Black Ankle, North Carolina facts for kids
The community of Black Ankle is located at the junction of NC State Road 1349 (Ether Road) and NC State Road 1354 (Blackankle Road). It lies approximately 10 miles (16 km) north of Troy, 8 miles (13 km) northwest of Star, 7 miles (11 km) north of Okeewemee, 4 miles (6.4 km) southwest of Seagrove, 5 miles (8.0 km) northwest of Ether, and 3 miles (4.8 km) west of Steeds.
The community is just 0.5-mile (800 m) south of the Randolph County line. It lies 3 miles (4.8 km) west of Moore County, 8 miles (13 km) east of Davidson County, 13 miles (21 km) east of Stanly County, and 15 miles (24 km) north of Richmond County.
The coordinates of Black Ankle are(35.50208 north latitude and -79.80726 west longitude). Black Ankle is 682 feet (208 m) above sea level.
Black Ankle was saluted on a 1973 episode of Hee Haw. At that time, it had a population of 132.
There are many different "tales" of how Black Ankle actually got its name.
The origin of the name Black Ankle is from the late 1920s or early 1930s when gold was discovered in 1928 near Franklin Mountain. Many people came to the area to try to make their fortune in the mine or to be laborers and make a decent living. About once a week, in the evenings after the working day was over, the miners would all climb on the back of a truck or trailer and ride to Star, Ether or Steeds to restock on supplies they may need to get them through another week. In the area where the Franklin Mountain (Blackankle Gold Mine) is located, the soil is very dark, rich and fertile. These miners almost always were shoeless when they went into town and the black dirt from the area, mixed with a little water, made their feet discolored and dark. Everywhere the miners went, people would see the feet of the visitors and say "Here comes the blackanklers." It was soon after the discovery of gold that Black Ankle, from the miners with dirty feet, got its name.
The Blackankle Mine is a former gold mine established after a 1928 discovery by a man named Bud Latham. Edward Hedrick ("Uncle Ed"), the owner until 1935, reported a total production of $15,000 or about 750 ounces. The workings comprise a pit 225 feet (69 m) long, 120 feet (37 m) wide and 50 feet (15 m) deep, a shaft 112 feet (34 m) deep in the pit and a shallow shaft sunk in the bottom of the pit. The ore body as a whole is of low grade, though its gold content is not actually known. Treatment of the material by washing, amalgamation, cyanidation, and other methods has recovered on the average only a few cents to the ton. Considerable gold is to be said to have been lost owing to its extremely fine subdivision and slime produced by a clay like saprolite substance. The Blackankle Mine operated intermittently until a few years ago.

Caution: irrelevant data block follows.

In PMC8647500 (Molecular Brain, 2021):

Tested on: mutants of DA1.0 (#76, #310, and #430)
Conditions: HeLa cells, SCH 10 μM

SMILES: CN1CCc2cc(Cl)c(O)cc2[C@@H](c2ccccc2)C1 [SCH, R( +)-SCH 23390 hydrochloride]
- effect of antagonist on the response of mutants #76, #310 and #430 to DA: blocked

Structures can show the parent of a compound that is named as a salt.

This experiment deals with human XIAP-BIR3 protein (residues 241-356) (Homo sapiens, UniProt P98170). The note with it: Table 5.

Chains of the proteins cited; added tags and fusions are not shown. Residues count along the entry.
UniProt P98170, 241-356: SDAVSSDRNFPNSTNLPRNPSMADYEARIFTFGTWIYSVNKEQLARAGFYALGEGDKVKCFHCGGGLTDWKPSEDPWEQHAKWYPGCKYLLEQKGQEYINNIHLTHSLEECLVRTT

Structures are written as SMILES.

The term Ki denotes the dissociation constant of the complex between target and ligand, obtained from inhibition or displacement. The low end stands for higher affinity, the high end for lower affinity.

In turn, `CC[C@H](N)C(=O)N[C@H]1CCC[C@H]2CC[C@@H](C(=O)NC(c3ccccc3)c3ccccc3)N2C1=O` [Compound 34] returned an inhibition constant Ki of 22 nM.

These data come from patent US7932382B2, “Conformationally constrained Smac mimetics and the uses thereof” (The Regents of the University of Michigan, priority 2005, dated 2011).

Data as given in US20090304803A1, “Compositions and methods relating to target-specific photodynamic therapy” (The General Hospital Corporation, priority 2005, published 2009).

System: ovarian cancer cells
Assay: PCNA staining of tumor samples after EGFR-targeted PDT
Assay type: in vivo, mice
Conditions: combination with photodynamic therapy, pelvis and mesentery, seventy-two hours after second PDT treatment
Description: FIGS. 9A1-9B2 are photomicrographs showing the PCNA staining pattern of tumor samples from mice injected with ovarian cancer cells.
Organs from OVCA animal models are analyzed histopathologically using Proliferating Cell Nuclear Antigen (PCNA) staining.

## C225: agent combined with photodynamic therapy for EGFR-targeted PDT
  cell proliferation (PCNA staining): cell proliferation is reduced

The Blackankle Fort, originated and built by Lester Singleton, was once known throughout the state of North Carolina as a conglomerate of the unusual. The Fort was built as a museum and a "funhouse" for people and their families to visit. The special events at Halloween, including a haunted hayride and haunted house, attracted people from all over North Carolina. In the spring many "pickers" (mostly bluegrass string musicians) would spend Friday and Saturday nights at the Blackankle Fort honing their skills and sounds.
Black Ankle today
Black Ankle is a very close-knit area, with many of its residents belonging to the same families. Family and friends of the Black Ankle area enjoys numerous social events during the year, in which a large number will gather. The Big Oak Church of God is the closest place to worship, and a large congregation attends on most services.
Blackankle Bog Preserve
The Blackankle Bog Preserve is one of the few remaining Piedmont bogs. The bog is 284 acres (1.15 km2) total and is owned by The Nature Conservancy. The tract of land was purchased in 1991 from the Dassow Property Corporation. Over the next 20–25 years, the North Carolina Chapter will continue to restore the preserve to its historic condition by setting prescribed burns and replanting longleaf pine tree seedlings grown from local seed sources. The North Carolina Zoo, US Fish and Wildlife Service, and the NC Division of Forest Restoration are actively involved in supporting the Blackankle Bog Preserve and the Nature Conservancy in this restoration effort.
A patch of climbing fern, a large stand of sweetleaf, and the rare large witch-alder grow on the preserve. Birds such as wild turkeys, hairy and pileated woodpeckers, and broad-winged hawks, which are commonly found on large tracts of unbroken woodlands, also inhabit the bog. Toward the streamheads, the vegetation shifts from plant communities that require dry conditions, such as longleaf pines and chestnut oaks woodlands common to the nearby Uwharrie Mountains, to the treeless areas of the bog community. Blackjack and post oaks, and dense huckleberry and blueberry shrubs surround mats and sphagnum moss and patches of habenaria orchids, milkworts, sedges, cinnamon ferns, and trumpet and purple pitcher plants. Downhill from the bog the habitat blends into a dense thicket dominated by alder, sweet bay, sweet pepper brush, Virginia sweet-spire, and the endangered bog spicebrush grows in these areas. It contains scattered longleaf pines, reminders of the trees that were once prevalent in this area on the border between the Coastal Plain and the Piedmont.
The Blackankle Raceway is a small, TT-like track that is called the "Little Ascot of the East". The track, owned by M.H. Shoafe, is used by motorcrossers and ATV drivers from North Carolina and other southeastern states and has Saturday-night race events. The track is 0.25 miles (0.40 km) long and has some tabletop jumps – the longest being over 40 feet (12 m) – and also has hairpin turns. The surface of the track is packed clay.
Black Ankle, North Carolina Facts for Kids. Kiddle Encyclopedia.